The extraordinary tale of Walid Husayin, a quiet barber from the West Bank who dutifully went with his family to the mosque every Friday – while secretly posting atheist rants on Facebook – is reported by various news websites this morning, including al-Arabiya.

Among other things, he is said to have posted spoof Qur'anic verses urging people to smoke marijuana, and to have written that the God worshipped by Muslims has the attributes of a "primitive Bedouin".

His postings on Faccebook are said to have attracted 70,000 followers – mainly from Arab countries.

When his mother found out, she cancelled his internet subscription but Husayin, 26, continued his atheist postings from an internet cafe where he would sometimes spend seven hours a day – which is how he got caught.

He is now in the hands of the Palestinian Authority who will presumably be dithering over what to do with him, since this is thought to be the first case of its kind in the West Bank. 

Husayin's family have reportedly disowned him, saying he should spend the rest of his life behind bars. Others think prison is too good for him:

"He should be burned to death," said Abdul-Latif Dahoud, a 35-year-old Qalqiliya resident. The execution should take place in public "to be an example to others," he added.

The old cliché about sledgehammers and nuts comes to mind. Don't the Palestinians have bigger things to worry about? Apparently not. According to the reports, officials spent several weeks monitoring his activities in the internet cafe before finally arresting him.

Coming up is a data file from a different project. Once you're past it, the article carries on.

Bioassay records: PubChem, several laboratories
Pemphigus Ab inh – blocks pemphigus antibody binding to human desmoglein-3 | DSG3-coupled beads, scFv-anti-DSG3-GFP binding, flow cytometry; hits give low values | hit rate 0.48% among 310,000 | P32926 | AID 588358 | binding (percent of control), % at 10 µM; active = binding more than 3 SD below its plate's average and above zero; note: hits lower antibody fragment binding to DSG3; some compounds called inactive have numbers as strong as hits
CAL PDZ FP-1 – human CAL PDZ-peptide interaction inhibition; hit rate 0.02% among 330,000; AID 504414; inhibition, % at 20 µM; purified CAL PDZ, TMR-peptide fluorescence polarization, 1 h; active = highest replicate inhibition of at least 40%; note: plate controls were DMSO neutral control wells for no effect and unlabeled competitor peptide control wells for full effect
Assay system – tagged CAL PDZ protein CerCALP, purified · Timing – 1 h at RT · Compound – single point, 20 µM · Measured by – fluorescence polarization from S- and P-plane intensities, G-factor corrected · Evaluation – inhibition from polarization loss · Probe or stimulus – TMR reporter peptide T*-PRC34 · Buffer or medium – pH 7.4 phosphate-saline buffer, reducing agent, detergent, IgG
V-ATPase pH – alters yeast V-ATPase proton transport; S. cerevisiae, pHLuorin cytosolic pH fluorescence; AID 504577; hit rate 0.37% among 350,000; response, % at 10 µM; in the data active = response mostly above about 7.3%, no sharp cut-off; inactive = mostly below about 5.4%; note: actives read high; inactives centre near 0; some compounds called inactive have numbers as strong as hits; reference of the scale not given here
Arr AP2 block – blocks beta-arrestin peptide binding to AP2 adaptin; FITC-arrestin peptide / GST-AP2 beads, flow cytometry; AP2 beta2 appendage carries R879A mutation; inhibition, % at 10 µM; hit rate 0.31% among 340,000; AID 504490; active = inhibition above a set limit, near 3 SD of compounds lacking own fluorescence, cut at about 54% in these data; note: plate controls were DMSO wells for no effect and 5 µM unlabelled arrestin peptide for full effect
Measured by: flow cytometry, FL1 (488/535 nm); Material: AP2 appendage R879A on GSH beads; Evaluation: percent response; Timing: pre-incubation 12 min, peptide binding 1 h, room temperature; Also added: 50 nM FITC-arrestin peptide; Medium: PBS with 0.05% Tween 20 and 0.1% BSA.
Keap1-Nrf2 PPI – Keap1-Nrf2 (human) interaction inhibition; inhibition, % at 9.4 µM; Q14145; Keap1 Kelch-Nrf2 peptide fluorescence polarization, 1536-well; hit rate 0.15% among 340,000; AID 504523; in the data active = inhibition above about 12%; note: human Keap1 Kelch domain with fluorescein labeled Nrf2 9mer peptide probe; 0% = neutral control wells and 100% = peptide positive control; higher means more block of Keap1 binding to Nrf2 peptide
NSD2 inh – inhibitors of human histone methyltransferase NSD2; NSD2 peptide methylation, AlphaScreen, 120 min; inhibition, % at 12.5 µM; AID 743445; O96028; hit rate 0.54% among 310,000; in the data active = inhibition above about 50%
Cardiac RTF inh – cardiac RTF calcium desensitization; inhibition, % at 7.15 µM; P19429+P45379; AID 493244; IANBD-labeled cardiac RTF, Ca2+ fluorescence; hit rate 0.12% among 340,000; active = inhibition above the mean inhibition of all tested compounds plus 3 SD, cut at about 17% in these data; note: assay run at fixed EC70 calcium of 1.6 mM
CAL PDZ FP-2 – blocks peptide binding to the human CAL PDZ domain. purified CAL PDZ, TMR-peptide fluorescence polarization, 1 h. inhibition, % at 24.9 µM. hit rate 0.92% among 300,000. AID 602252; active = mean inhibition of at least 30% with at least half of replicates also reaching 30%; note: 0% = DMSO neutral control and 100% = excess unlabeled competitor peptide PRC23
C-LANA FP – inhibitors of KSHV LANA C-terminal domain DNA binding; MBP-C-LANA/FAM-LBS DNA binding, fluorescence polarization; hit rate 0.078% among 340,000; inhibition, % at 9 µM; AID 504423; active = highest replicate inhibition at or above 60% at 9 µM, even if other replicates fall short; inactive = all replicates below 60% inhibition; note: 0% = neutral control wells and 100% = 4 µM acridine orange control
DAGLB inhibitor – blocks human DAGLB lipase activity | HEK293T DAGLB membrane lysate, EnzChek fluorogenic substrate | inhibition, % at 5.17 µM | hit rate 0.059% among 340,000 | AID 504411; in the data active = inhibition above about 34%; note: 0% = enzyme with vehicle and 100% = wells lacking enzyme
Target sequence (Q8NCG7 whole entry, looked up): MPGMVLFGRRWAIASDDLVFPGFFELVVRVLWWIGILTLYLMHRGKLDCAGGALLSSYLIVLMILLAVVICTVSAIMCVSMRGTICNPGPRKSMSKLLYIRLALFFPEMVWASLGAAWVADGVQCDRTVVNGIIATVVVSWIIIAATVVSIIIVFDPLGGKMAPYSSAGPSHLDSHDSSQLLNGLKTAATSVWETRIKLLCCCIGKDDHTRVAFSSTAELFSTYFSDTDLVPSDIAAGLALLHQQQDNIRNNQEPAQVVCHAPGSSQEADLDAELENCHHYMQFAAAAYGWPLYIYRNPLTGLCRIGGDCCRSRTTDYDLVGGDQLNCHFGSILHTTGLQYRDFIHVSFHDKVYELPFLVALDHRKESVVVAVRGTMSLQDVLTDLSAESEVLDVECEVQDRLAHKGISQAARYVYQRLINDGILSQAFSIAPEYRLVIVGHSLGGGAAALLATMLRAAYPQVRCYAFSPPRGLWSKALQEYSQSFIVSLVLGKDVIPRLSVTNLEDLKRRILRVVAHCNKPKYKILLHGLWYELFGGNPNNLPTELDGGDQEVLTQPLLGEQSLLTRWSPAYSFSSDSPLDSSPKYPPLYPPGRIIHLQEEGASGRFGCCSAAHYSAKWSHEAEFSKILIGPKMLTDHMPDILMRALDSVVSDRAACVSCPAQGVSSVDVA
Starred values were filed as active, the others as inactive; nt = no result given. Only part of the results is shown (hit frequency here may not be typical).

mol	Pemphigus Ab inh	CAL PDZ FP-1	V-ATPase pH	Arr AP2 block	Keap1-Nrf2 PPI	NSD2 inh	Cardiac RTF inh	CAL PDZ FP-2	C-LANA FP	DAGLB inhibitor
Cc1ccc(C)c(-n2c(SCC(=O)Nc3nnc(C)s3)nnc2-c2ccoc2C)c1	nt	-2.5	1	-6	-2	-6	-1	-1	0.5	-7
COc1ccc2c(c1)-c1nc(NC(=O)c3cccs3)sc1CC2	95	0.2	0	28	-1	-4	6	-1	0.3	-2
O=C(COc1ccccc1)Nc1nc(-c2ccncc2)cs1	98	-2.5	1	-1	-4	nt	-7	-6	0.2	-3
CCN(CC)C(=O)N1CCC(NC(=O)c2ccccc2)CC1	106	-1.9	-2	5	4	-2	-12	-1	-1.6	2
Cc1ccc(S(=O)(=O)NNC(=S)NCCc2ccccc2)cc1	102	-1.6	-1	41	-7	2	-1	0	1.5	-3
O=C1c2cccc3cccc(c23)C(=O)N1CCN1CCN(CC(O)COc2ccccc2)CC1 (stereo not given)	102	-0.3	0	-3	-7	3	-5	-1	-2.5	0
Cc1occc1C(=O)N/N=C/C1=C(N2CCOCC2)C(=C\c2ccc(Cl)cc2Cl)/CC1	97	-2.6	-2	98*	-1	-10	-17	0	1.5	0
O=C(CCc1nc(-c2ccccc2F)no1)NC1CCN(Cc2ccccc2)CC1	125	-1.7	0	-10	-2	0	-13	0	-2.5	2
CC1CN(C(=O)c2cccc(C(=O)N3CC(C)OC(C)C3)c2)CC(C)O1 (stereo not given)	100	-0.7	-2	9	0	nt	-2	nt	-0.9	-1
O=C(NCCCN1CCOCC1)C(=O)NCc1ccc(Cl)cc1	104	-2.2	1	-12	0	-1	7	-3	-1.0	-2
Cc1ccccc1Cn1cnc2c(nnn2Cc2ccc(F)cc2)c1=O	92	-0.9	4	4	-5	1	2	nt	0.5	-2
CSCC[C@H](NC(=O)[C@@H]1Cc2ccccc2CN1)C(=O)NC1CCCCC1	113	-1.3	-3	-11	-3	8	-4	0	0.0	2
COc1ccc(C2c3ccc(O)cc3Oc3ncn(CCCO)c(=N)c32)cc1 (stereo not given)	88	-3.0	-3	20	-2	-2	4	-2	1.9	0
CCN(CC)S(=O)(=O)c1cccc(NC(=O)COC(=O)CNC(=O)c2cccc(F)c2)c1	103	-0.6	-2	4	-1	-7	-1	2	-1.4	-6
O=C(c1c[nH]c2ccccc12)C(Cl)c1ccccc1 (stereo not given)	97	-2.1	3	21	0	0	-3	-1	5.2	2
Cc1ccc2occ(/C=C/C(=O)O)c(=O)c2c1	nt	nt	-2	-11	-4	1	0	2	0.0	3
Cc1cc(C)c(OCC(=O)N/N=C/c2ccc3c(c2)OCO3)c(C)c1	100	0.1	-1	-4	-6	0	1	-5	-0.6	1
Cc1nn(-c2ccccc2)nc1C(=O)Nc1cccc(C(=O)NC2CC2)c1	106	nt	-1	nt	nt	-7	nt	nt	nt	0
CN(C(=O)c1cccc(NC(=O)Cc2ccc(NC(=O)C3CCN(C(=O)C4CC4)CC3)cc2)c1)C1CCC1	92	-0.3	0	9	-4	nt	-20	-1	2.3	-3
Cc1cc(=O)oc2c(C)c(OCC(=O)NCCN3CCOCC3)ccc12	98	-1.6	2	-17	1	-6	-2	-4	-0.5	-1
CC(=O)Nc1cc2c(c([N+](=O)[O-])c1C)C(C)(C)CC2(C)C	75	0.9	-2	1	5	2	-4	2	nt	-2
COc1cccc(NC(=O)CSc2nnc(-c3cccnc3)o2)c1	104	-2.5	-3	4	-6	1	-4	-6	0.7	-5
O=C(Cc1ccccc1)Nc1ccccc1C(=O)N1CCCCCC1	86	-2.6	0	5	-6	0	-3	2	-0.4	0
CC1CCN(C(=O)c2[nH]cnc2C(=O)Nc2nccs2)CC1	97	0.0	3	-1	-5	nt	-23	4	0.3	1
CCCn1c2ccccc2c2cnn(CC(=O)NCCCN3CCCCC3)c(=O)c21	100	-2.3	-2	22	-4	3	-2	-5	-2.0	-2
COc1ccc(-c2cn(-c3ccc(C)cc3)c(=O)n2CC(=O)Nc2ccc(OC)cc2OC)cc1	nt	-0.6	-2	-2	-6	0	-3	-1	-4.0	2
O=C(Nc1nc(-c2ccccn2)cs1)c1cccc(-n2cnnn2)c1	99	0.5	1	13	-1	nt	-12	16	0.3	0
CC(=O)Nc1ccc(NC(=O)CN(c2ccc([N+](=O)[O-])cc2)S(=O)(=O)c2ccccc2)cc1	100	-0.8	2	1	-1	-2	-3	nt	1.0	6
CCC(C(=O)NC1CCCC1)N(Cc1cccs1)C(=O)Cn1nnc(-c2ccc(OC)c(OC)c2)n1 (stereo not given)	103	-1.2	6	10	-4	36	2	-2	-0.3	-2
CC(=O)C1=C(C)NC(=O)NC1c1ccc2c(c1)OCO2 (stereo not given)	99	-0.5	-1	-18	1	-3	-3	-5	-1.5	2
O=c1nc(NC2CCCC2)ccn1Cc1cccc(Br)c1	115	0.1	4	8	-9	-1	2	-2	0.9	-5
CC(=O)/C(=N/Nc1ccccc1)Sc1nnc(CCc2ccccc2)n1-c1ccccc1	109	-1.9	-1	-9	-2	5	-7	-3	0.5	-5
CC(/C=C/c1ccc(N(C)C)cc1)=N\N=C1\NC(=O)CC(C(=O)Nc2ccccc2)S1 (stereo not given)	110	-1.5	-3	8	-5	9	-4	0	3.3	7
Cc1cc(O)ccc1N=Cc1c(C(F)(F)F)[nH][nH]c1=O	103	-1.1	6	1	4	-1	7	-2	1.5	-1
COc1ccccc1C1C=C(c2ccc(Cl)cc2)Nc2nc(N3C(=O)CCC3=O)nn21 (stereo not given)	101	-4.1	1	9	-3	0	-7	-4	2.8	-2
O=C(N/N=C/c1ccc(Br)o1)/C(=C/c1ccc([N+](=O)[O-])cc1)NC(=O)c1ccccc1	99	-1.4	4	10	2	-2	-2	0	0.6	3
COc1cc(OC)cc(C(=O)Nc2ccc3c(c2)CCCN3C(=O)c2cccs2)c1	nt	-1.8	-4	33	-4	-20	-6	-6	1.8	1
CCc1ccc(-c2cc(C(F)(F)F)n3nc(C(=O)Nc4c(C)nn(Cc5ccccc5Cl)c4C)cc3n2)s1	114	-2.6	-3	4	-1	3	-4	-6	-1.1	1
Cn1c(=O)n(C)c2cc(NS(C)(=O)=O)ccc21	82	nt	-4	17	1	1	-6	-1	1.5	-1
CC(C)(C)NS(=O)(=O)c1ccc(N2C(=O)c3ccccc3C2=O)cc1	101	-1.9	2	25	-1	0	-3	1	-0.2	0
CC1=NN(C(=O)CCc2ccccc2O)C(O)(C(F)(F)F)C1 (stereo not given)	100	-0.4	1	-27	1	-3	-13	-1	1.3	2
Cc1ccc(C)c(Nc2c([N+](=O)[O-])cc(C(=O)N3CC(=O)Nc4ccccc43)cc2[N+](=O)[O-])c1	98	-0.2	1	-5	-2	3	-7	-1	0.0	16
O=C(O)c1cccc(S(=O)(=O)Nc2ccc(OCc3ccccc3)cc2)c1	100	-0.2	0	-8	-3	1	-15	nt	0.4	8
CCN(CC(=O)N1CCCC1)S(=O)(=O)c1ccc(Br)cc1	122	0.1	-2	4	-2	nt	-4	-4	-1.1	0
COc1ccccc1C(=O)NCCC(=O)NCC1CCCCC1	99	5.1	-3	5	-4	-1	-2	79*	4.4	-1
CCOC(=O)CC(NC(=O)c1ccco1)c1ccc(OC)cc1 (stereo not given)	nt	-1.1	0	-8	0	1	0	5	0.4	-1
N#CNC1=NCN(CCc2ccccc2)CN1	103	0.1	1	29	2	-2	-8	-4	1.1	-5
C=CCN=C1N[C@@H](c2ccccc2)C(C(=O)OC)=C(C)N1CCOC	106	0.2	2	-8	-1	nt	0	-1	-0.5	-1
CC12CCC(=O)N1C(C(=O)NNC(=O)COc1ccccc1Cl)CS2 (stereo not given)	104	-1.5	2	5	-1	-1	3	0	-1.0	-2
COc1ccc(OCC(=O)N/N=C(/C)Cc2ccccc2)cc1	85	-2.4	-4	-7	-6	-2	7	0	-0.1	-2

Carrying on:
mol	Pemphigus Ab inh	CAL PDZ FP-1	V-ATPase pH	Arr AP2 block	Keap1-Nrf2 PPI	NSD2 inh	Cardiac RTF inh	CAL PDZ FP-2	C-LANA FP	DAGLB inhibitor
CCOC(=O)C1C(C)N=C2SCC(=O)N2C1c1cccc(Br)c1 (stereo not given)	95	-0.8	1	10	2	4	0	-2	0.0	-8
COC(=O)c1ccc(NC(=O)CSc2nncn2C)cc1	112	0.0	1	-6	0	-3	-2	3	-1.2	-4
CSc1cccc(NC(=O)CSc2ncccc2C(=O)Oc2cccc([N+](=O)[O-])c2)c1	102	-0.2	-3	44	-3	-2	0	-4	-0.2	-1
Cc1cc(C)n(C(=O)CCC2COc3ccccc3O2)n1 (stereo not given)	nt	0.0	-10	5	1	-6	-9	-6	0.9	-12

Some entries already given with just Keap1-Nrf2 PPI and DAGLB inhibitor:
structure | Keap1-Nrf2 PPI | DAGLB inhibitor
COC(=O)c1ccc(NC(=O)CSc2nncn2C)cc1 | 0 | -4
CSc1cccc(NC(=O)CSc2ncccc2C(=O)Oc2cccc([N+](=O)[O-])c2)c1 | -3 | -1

Posted by Brian Whitaker, 12 November 2010. Comment.


Saudi Arabia: champion of women?

On Wednesday, Saudi Arabia was elected to the executive board of UN Women, a new body which merges the activities of four previously separate UN agencies – with a vastly increased budget of at least $500m a year.

Saudi Arabia's inclusion in the 41-member board of an organisation that will promote "gender equality and the empowerment of women" is obviously controversial, since the kingdom probably discriminates against women in more ways, and more systematically, than any other country.

However, the election to the board was notable mainly for a campaign – ultimately successful – to exclude Iran. Iran also has a bad record on women's rights, but somewhat less bad than that of Saudi Arabia. If the Iranians deserved to be kept out, so did the Saudis, and the targeting of Iran clearly rather than Saudi Arabia clearly had a lot to do with international politics.

The question now, though, is whether Saudi Arabia's membership will actually damage the work of UN Women. Eman al-Nafjan of Saudiwoman's Weblog favours inclusion rather than exclusion. She writes

"I don’t believe much can be accomplished by rejecting Saudi Arabia. All over the world women are treated unequally and abused in differing degrees ... Yes Saudi Arabia is on the extreme side of the spectrum but that’s all the more reason to include it."

Saudi Arabia (along with other Muslim countries such as Pakistan) has often played an obstructive role on women's rights at the UN, but UN Women is not really a policy-making body but a support body. One of its main aims is "to provide coherent, timely and demand-driven support to UN member states, at their request, in their efforts to realise equality for all women and girls."

It does appear from this that the scope for obstruction by individual board members will be rather limited. But we shall have to wait and see.

Posted by Brian Whitaker, 12 November 2010. Comment.


Blogger completes sentence ... re-arrested

More information has emerged about Kareem Amer, the Egyptian blogger who remains in detention despite completing a four-year jail sentence last Friday.